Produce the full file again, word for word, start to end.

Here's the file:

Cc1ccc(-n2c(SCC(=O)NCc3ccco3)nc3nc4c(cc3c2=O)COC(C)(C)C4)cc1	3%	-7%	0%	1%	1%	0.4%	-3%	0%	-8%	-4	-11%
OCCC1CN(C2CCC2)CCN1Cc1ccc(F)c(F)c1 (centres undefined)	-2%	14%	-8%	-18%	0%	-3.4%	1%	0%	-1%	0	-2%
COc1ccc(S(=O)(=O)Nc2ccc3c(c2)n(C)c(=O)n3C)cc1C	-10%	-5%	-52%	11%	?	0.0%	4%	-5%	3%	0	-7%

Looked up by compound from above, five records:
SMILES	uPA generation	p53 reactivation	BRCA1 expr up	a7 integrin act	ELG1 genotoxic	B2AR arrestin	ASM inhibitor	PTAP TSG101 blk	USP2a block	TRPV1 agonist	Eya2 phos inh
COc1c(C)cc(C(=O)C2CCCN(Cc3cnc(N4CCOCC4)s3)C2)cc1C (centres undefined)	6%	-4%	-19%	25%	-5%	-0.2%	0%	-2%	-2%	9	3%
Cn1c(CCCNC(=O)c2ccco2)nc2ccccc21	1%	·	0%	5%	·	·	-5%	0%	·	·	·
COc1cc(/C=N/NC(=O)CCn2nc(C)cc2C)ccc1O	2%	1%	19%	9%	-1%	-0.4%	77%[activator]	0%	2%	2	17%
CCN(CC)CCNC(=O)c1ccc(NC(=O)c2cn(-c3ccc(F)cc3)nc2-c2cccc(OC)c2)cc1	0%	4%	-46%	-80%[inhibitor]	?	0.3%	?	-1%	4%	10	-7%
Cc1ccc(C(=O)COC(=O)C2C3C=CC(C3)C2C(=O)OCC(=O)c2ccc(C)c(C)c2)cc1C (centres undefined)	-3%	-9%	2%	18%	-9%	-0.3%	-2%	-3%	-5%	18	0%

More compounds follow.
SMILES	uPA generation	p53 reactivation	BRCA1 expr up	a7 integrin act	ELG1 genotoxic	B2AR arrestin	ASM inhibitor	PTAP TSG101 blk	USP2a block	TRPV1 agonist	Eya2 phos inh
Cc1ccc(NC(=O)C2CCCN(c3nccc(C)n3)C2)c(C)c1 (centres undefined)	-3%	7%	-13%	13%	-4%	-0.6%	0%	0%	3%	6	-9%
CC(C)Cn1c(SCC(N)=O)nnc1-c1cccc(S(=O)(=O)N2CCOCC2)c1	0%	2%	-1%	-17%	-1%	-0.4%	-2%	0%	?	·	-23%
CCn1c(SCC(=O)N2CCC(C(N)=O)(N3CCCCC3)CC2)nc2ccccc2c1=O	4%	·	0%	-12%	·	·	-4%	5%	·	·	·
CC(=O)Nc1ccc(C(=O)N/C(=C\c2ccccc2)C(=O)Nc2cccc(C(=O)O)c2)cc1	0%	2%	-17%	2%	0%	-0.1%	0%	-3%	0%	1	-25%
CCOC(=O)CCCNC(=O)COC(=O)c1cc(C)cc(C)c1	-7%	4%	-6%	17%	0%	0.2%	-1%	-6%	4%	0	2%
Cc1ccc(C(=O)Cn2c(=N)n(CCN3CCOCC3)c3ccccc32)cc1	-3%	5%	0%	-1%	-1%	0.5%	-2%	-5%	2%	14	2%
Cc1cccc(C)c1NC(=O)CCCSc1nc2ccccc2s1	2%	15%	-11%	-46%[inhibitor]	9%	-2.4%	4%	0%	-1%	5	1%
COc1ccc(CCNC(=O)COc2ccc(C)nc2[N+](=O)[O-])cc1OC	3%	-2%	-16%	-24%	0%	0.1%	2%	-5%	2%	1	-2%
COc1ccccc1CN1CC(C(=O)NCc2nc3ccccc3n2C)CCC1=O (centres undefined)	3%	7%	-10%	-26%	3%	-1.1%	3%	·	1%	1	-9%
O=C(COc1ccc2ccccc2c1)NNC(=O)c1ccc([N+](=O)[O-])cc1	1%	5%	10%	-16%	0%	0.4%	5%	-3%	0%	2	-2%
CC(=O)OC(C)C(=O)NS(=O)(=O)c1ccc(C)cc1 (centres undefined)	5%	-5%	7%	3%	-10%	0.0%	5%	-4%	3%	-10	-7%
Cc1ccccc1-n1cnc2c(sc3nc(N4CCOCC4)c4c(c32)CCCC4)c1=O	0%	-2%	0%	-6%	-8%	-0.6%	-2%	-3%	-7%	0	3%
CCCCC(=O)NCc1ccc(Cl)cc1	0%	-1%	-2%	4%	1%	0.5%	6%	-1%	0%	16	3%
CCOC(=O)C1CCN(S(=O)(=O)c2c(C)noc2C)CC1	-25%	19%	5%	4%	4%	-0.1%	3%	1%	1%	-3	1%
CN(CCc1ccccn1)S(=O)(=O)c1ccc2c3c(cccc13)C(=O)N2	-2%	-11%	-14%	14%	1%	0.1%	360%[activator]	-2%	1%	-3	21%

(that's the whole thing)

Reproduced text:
Cc1ccc(-n2c(SCC(=O)NCc3ccco3)nc3nc4c(cc3c2=O)COC(C)(C)C4)cc1	3%	-7%	0%	1%	1%	0.4%	-3%	0%	-8%	-4	-11%
OCCC1CN(C2CCC2)CCN1Cc1ccc(F)c(F)c1 (centres undefined)	-2%	14%	-8%	-18%	0%	-3.4%	1%	0%	-1%	0	-2%
COc1ccc(S(=O)(=O)Nc2ccc3c(c2)n(C)c(=O)n3C)cc1C	-10%	-5%	-52%	11%	?	0.0%	4%	-5%	3%	0	-7%

Looked up by compound from above, five records:
SMILES	uPA generation	p53 reactivation	BRCA1 expr up	a7 integrin act	ELG1 genotoxic	B2AR arrestin	ASM inhibitor	PTAP TSG101 blk	USP2a block	TRPV1 agonist	Eya2 phos inh
COc1c(C)cc(C(=O)C2CCCN(Cc3cnc(N4CCOCC4)s3)C2)cc1C (centres undefined)	6%	-4%	-19%	25%	-5%	-0.2%	0%	-2%	-2%	9	3%
Cn1c(CCCNC(=O)c2ccco2)nc2ccccc21	1%	·	0%	5%	·	·	-5%	0%	·	·	·
COc1cc(/C=N/NC(=O)CCn2nc(C)cc2C)ccc1O	2%	1%	19%	9%	-1%	-0.4%	77%[activator]	0%	2%	2	17%
CCN(CC)CCNC(=O)c1ccc(NC(=O)c2cn(-c3ccc(F)cc3)nc2-c2cccc(OC)c2)cc1	0%	4%	-46%	-80%[inhibitor]	?	0.3%	?	-1%	4%	10	-7%
Cc1ccc(C(=O)COC(=O)C2C3C=CC(C3)C2C(=O)OCC(=O)c2ccc(C)c(C)c2)cc1C (centres undefined)	-3%	-9%	2%	18%	-9%	-0.3%	-2%	-3%	-5%	18	0%

More compounds follow.
SMILES	uPA generation	p53 reactivation	BRCA1 expr up	a7 integrin act	ELG1 genotoxic	B2AR arrestin	ASM inhibitor	PTAP TSG101 blk	USP2a block	TRPV1 agonist	Eya2 phos inh
Cc1ccc(NC(=O)C2CCCN(c3nccc(C)n3)C2)c(C)c1 (centres undefined)	-3%	7%	-13%	13%	-4%	-0.6%	0%	0%	3%	6	-9%
CC(C)Cn1c(SCC(N)=O)nnc1-c1cccc(S(=O)(=O)N2CCOCC2)c1	0%	2%	-1%	-17%	-1%	-0.4%	-2%	0%	?	·	-23%
CCn1c(SCC(=O)N2CCC(C(N)=O)(N3CCCCC3)CC2)nc2ccccc2c1=O	4%	·	0%	-12%	·	·	-4%	5%	·	·	·
CC(=O)Nc1ccc(C(=O)N/C(=C\c2ccccc2)C(=O)Nc2cccc(C(=O)O)c2)cc1	0%	2%	-17%	2%	0%	-0.1%	0%	-3%	0%	1	-25%
CCOC(=O)CCCNC(=O)COC(=O)c1cc(C)cc(C)c1	-7%	4%	-6%	17%	0%	0.2%	-1%	-6%	4%	0	2%
Cc1ccc(C(=O)Cn2c(=N)n(CCN3CCOCC3)c3ccccc32)cc1	-3%	5%	0%	-1%	-1%	0.5%	-2%	-5%	2%	14	2%
Cc1cccc(C)c1NC(=O)CCCSc1nc2ccccc2s1	2%	15%	-11%	-46%[inhibitor]	9%	-2.4%	4%	0%	-1%	5	1%
COc1ccc(CCNC(=O)COc2ccc(C)nc2[N+](=O)[O-])cc1OC	3%	-2%	-16%	-24%	0%	0.1%	2%	-5%	2%	1	-2%
COc1ccccc1CN1CC(C(=O)NCc2nc3ccccc3n2C)CCC1=O (centres undefined)	3%	7%	-10%	-26%	3%	-1.1%	3%	·	1%	1	-9%
O=C(COc1ccc2ccccc2c1)NNC(=O)c1ccc([N+](=O)[O-])cc1	1%	5%	10%	-16%	0%	0.4%	5%	-3%	0%	2	-2%
CC(=O)OC(C)C(=O)NS(=O)(=O)c1ccc(C)cc1 (centres undefined)	5%	-5%	7%	3%	-10%	0.0%	5%	-4%	3%	-10	-7%
Cc1ccccc1-n1cnc2c(sc3nc(N4CCOCC4)c4c(c32)CCCC4)c1=O	0%	-2%	0%	-6%	-8%	-0.6%	-2%	-3%	-7%	0	3%
CCCCC(=O)NCc1ccc(Cl)cc1	0%	-1%	-2%	4%	1%	0.5%	6%	-1%	0%	16	3%
CCOC(=O)C1CCN(S(=O)(=O)c2c(C)noc2C)CC1	-25%	19%	5%	4%	4%	-0.1%	3%	1%	1%	-3	1%
CN(CCc1ccccn1)S(=O)(=O)c1ccc2c3c(cccc13)C(=O)N2	-2%	-11%	-14%	14%	1%	0.1%	360%[activator]	-2%	1%	-3	21%